As far as taxes go, I’m generally in favor of sales taxes. They have the benefit of being a bit fairer as well as being easier to not have to pay. That makes them more voluntary than other forms of taxation. However, I’m urging voters to vote against the T-SPLOST referendum on our July 31st ballots.
The reasons are rather simple. First, I am naturally wary of any referendum that has large amounts of money behind it when the opposition has practically none. This is the truth, and is clear if you have received any of the phone surveys recently that are ostensibly to see if people support T-SPLOST or not, but invariably go into a diatribe extolling the virtues of an additional 1 percent tax and gauging whether or not that changes your opinion. I’ve always been of the mind that those surveys exist solely to change opinions.
However, there are other things afoot as well. Take, for example, the signs in Lee County urging folks to vote for T-SPLOST. These signs are the kind that road construction crews use to alert drivers of various things. They are mobile, and they change the text which allows the signs to communicate the message. This works well for road construction, or to let people know of smoke obscuring the view up ahead, but now they are being used to urge voters to support T-SPLOST.
These signs are generally owned by road construction companies…the very same construction companies that stand to benefit from the passage of T-SPLOST. These companies seek to urge you to vote to spend more of your money in order to help out their bottom line.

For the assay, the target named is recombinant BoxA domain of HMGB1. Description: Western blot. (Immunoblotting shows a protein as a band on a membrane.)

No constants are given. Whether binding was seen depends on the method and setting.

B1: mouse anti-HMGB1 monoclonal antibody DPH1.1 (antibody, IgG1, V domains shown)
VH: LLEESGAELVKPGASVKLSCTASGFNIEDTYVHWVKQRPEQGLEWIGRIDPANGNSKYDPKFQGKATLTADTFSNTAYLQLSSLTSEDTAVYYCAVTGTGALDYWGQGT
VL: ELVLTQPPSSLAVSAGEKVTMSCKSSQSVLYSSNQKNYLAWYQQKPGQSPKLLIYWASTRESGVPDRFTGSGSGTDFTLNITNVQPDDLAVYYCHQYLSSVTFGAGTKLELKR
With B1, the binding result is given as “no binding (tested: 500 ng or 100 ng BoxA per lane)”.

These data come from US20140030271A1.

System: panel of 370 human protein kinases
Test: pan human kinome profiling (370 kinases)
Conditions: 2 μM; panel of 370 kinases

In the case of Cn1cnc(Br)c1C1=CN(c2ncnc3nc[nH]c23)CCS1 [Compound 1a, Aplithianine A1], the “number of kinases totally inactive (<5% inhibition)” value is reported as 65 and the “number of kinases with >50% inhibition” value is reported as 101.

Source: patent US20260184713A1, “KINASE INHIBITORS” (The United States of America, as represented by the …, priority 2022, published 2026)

Another issue is the language surrounding T-SPLOST. It’s touted as a “job creator” of sorts. Of course, every time I read that, I’m forced to prop my feet up because the you-know-what is getting deep. I know it’s a pile of dung because we’ve heard the language before. Remember President Obama’s TARP II? That called for infrastructure repair, among other things, as a way to create jobs.
The unemployment rate didn’t even budge.
The companies that are able to take on these kinds of projects aren’t the mom & pop operations that are so drastically impacted by this economy. They’re larger companies that seem to be doing just fine. In addition, there is little evidence that these companies will increase their own workforce, especially knowing that the work is only temporary. Instead, many of these companies will simply use their existing personnel, leaving our unemployment rate unchanged.
If all that wasn’t enough, there is the fact that the Georgia Department of Transportation has done such a horrible job of managing their money. When their “management” is compared to Enron’s accounting practices – you know, the ones that ended up with people in jail – then maybe it’s time to consider not giving them more money to play with.
There’s also the incredibly strong possibility that once this tax is implemented, we will never see it go away. Take a look at the SPLOSTs that we continue to pass here in Albany. Sure, voters approve of them, but we are still paying them. The argument from those who stand to benefit is that “you’re already paying that penny, so what’s the difference?” The difference is that it’s my money, and government is once again demanding that we hand over what is ours on the pretense that they need it more.
No, ladies and gentlemen, I will not be voting for T-SPLOST. I urge each of you to vote against it as well. We can create more jobs by each of us using that one percent in our own way and not handing it over to the GaDOT. After all, we’ve already seen what they will do with it.